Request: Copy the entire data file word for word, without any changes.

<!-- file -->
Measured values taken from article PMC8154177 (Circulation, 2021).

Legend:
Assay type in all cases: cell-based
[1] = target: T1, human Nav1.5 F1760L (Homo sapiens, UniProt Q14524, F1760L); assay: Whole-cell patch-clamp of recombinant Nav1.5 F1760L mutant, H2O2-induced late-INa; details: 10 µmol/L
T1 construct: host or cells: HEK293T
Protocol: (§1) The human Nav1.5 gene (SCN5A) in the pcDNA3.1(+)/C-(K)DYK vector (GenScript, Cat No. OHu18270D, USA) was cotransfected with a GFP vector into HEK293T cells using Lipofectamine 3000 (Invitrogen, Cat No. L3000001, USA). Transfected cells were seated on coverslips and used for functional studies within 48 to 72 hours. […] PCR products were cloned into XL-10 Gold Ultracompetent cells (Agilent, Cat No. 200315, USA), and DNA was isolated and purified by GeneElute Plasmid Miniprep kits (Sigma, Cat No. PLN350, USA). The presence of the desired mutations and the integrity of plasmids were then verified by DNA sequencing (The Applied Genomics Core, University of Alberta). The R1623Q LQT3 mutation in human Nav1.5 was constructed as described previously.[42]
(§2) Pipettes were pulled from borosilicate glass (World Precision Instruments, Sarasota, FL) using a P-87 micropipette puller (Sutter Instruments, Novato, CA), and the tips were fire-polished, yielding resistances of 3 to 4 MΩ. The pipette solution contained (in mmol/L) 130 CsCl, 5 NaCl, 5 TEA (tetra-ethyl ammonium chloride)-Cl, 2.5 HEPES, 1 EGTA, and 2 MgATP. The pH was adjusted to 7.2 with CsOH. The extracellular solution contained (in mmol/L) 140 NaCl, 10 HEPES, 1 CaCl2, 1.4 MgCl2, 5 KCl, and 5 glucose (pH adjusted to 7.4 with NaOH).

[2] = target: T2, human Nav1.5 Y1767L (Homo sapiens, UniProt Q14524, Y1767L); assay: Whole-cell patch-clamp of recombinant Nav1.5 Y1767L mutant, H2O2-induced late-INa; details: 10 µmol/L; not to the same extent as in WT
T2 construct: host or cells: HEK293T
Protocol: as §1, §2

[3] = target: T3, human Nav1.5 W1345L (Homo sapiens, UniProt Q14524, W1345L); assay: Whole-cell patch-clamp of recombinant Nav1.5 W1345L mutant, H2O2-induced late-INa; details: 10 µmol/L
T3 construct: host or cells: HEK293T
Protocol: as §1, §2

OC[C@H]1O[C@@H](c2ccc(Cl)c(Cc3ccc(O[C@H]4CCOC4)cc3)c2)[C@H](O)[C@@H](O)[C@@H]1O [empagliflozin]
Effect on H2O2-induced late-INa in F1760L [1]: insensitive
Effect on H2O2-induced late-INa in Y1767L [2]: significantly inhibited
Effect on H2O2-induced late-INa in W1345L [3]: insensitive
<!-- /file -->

Measured values taken from article PMC8154177 (Circulation, 2021).

Legend:
Assay type in all cases: cell-based
[1] = target: T1, human Nav1.5 F1760L (Homo sapiens, UniProt Q14524, F1760L); assay: Whole-cell patch-clamp of recombinant Nav1.5 F1760L mutant, H2O2-induced late-INa; details: 10 µmol/L
T1 construct: host or cells: HEK293T
Protocol: (§1) The human Nav1.5 gene (SCN5A) in the pcDNA3.1(+)/C-(K)DYK vector (GenScript, Cat No. OHu18270D, USA) was cotransfected with a GFP vector into HEK293T cells using Lipofectamine 3000 (Invitrogen, Cat No. L3000001, USA). Transfected cells were seated on coverslips and used for functional studies within 48 to 72 hours. […] PCR products were cloned into XL-10 Gold Ultracompetent cells (Agilent, Cat No. 200315, USA), and DNA was isolated and purified by GeneElute Plasmid Miniprep kits (Sigma, Cat No. PLN350, USA). The presence of the desired mutations and the integrity of plasmids were then verified by DNA sequencing (The Applied Genomics Core, University of Alberta). The R1623Q LQT3 mutation in human Nav1.5 was constructed as described previously.[42]
(§2) Pipettes were pulled from borosilicate glass (World Precision Instruments, Sarasota, FL) using a P-87 micropipette puller (Sutter Instruments, Novato, CA), and the tips were fire-polished, yielding resistances of 3 to 4 MΩ. The pipette solution contained (in mmol/L) 130 CsCl, 5 NaCl, 5 TEA (tetra-ethyl ammonium chloride)-Cl, 2.5 HEPES, 1 EGTA, and 2 MgATP. The pH was adjusted to 7.2 with CsOH. The extracellular solution contained (in mmol/L) 140 NaCl, 10 HEPES, 1 CaCl2, 1.4 MgCl2, 5 KCl, and 5 glucose (pH adjusted to 7.4 with NaOH).

[2] = target: T2, human Nav1.5 Y1767L (Homo sapiens, UniProt Q14524, Y1767L); assay: Whole-cell patch-clamp of recombinant Nav1.5 Y1767L mutant, H2O2-induced late-INa; details: 10 µmol/L; not to the same extent as in WT
T2 construct: host or cells: HEK293T
Protocol: as §1, §2

[3] = target: T3, human Nav1.5 W1345L (Homo sapiens, UniProt Q14524, W1345L); assay: Whole-cell patch-clamp of recombinant Nav1.5 W1345L mutant, H2O2-induced late-INa; details: 10 µmol/L
T3 construct: host or cells: HEK293T
Protocol: as §1, §2

OC[C@H]1O[C@@H](c2ccc(Cl)c(Cc3ccc(O[C@H]4CCOC4)cc3)c2)[C@H](O)[C@@H](O)[C@@H]1O [empagliflozin]
Effect on H2O2-induced late-INa in F1760L [1]: insensitive
Effect on H2O2-induced late-INa in Y1767L [2]: significantly inhibited
Effect on H2O2-induced late-INa in W1345L [3]: insensitive